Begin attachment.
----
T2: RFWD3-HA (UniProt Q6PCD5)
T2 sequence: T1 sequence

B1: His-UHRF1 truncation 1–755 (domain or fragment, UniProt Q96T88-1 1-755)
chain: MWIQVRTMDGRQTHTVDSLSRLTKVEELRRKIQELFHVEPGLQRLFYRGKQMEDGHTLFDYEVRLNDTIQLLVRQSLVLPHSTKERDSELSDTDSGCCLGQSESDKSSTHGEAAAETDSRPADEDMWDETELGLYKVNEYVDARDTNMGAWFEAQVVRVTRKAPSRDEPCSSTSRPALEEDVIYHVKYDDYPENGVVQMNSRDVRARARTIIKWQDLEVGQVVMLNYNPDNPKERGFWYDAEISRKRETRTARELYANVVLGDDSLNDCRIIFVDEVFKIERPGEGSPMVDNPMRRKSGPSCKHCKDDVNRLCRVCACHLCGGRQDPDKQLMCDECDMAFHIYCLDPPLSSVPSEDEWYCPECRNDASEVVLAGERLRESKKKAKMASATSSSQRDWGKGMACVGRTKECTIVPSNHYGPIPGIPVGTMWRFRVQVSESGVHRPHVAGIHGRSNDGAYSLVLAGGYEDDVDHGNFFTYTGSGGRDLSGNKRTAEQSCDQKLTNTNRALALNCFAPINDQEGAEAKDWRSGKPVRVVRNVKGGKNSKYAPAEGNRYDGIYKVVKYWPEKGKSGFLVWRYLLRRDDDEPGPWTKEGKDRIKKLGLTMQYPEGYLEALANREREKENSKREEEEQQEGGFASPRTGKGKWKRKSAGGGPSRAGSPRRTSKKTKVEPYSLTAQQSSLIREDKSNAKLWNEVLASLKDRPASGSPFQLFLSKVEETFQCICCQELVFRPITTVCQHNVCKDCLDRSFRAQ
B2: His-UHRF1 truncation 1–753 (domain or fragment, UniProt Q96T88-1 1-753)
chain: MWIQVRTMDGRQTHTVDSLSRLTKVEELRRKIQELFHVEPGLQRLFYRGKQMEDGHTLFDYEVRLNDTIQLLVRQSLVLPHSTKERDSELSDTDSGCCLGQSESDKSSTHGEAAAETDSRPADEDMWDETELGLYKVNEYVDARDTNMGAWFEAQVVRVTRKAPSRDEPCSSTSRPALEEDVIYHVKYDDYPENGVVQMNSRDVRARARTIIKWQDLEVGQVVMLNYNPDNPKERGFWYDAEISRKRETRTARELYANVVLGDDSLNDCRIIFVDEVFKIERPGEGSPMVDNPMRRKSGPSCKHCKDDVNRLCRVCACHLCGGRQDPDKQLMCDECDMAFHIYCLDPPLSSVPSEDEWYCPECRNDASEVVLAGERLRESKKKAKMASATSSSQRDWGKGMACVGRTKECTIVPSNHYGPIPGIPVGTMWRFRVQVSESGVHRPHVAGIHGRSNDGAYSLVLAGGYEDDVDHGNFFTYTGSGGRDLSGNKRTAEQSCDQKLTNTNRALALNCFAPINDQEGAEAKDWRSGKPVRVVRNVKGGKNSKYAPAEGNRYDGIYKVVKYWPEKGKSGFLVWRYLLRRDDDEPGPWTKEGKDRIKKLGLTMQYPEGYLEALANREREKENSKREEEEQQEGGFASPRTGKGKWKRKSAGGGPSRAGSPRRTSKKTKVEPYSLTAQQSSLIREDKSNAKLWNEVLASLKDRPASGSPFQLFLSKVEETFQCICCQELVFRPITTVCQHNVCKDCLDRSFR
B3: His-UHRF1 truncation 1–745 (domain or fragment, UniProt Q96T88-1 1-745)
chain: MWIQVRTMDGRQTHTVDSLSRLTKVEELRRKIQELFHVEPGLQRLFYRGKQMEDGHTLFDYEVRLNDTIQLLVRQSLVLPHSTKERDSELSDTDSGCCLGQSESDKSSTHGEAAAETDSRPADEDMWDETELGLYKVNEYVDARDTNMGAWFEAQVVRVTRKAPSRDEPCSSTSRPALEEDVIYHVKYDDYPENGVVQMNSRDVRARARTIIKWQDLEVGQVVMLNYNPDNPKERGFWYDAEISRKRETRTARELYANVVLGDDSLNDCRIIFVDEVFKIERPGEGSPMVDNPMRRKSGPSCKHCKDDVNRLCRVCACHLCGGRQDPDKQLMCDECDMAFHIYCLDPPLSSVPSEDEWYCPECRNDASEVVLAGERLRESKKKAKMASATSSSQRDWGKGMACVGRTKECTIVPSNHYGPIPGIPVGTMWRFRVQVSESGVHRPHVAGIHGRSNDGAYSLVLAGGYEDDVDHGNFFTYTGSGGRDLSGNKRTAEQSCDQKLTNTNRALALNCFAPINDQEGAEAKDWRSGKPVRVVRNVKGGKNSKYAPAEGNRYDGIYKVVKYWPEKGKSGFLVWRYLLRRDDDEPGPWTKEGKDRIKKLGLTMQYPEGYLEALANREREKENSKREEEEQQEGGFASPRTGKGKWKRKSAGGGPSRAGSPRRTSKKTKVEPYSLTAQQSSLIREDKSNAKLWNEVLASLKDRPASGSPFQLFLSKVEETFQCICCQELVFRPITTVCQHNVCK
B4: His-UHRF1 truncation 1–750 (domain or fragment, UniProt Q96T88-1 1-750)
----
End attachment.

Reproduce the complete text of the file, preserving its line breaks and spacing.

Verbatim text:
T2: RFWD3-HA (UniProt Q6PCD5)
T2 sequence: T1 sequence

B1: His-UHRF1 truncation 1–755 (domain or fragment, UniProt Q96T88-1 1-755)
chain: MWIQVRTMDGRQTHTVDSLSRLTKVEELRRKIQELFHVEPGLQRLFYRGKQMEDGHTLFDYEVRLNDTIQLLVRQSLVLPHSTKERDSELSDTDSGCCLGQSESDKSSTHGEAAAETDSRPADEDMWDETELGLYKVNEYVDARDTNMGAWFEAQVVRVTRKAPSRDEPCSSTSRPALEEDVIYHVKYDDYPENGVVQMNSRDVRARARTIIKWQDLEVGQVVMLNYNPDNPKERGFWYDAEISRKRETRTARELYANVVLGDDSLNDCRIIFVDEVFKIERPGEGSPMVDNPMRRKSGPSCKHCKDDVNRLCRVCACHLCGGRQDPDKQLMCDECDMAFHIYCLDPPLSSVPSEDEWYCPECRNDASEVVLAGERLRESKKKAKMASATSSSQRDWGKGMACVGRTKECTIVPSNHYGPIPGIPVGTMWRFRVQVSESGVHRPHVAGIHGRSNDGAYSLVLAGGYEDDVDHGNFFTYTGSGGRDLSGNKRTAEQSCDQKLTNTNRALALNCFAPINDQEGAEAKDWRSGKPVRVVRNVKGGKNSKYAPAEGNRYDGIYKVVKYWPEKGKSGFLVWRYLLRRDDDEPGPWTKEGKDRIKKLGLTMQYPEGYLEALANREREKENSKREEEEQQEGGFASPRTGKGKWKRKSAGGGPSRAGSPRRTSKKTKVEPYSLTAQQSSLIREDKSNAKLWNEVLASLKDRPASGSPFQLFLSKVEETFQCICCQELVFRPITTVCQHNVCKDCLDRSFRAQ
B2: His-UHRF1 truncation 1–753 (domain or fragment, UniProt Q96T88-1 1-753)
chain: MWIQVRTMDGRQTHTVDSLSRLTKVEELRRKIQELFHVEPGLQRLFYRGKQMEDGHTLFDYEVRLNDTIQLLVRQSLVLPHSTKERDSELSDTDSGCCLGQSESDKSSTHGEAAAETDSRPADEDMWDETELGLYKVNEYVDARDTNMGAWFEAQVVRVTRKAPSRDEPCSSTSRPALEEDVIYHVKYDDYPENGVVQMNSRDVRARARTIIKWQDLEVGQVVMLNYNPDNPKERGFWYDAEISRKRETRTARELYANVVLGDDSLNDCRIIFVDEVFKIERPGEGSPMVDNPMRRKSGPSCKHCKDDVNRLCRVCACHLCGGRQDPDKQLMCDECDMAFHIYCLDPPLSSVPSEDEWYCPECRNDASEVVLAGERLRESKKKAKMASATSSSQRDWGKGMACVGRTKECTIVPSNHYGPIPGIPVGTMWRFRVQVSESGVHRPHVAGIHGRSNDGAYSLVLAGGYEDDVDHGNFFTYTGSGGRDLSGNKRTAEQSCDQKLTNTNRALALNCFAPINDQEGAEAKDWRSGKPVRVVRNVKGGKNSKYAPAEGNRYDGIYKVVKYWPEKGKSGFLVWRYLLRRDDDEPGPWTKEGKDRIKKLGLTMQYPEGYLEALANREREKENSKREEEEQQEGGFASPRTGKGKWKRKSAGGGPSRAGSPRRTSKKTKVEPYSLTAQQSSLIREDKSNAKLWNEVLASLKDRPASGSPFQLFLSKVEETFQCICCQELVFRPITTVCQHNVCKDCLDRSFR
B3: His-UHRF1 truncation 1–745 (domain or fragment, UniProt Q96T88-1 1-745)
chain: MWIQVRTMDGRQTHTVDSLSRLTKVEELRRKIQELFHVEPGLQRLFYRGKQMEDGHTLFDYEVRLNDTIQLLVRQSLVLPHSTKERDSELSDTDSGCCLGQSESDKSSTHGEAAAETDSRPADEDMWDETELGLYKVNEYVDARDTNMGAWFEAQVVRVTRKAPSRDEPCSSTSRPALEEDVIYHVKYDDYPENGVVQMNSRDVRARARTIIKWQDLEVGQVVMLNYNPDNPKERGFWYDAEISRKRETRTARELYANVVLGDDSLNDCRIIFVDEVFKIERPGEGSPMVDNPMRRKSGPSCKHCKDDVNRLCRVCACHLCGGRQDPDKQLMCDECDMAFHIYCLDPPLSSVPSEDEWYCPECRNDASEVVLAGERLRESKKKAKMASATSSSQRDWGKGMACVGRTKECTIVPSNHYGPIPGIPVGTMWRFRVQVSESGVHRPHVAGIHGRSNDGAYSLVLAGGYEDDVDHGNFFTYTGSGGRDLSGNKRTAEQSCDQKLTNTNRALALNCFAPINDQEGAEAKDWRSGKPVRVVRNVKGGKNSKYAPAEGNRYDGIYKVVKYWPEKGKSGFLVWRYLLRRDDDEPGPWTKEGKDRIKKLGLTMQYPEGYLEALANREREKENSKREEEEQQEGGFASPRTGKGKWKRKSAGGGPSRAGSPRRTSKKTKVEPYSLTAQQSSLIREDKSNAKLWNEVLASLKDRPASGSPFQLFLSKVEETFQCICCQELVFRPITTVCQHNVCK
B4: His-UHRF1 truncation 1–750 (domain or fragment, UniProt Q96T88-1 1-750)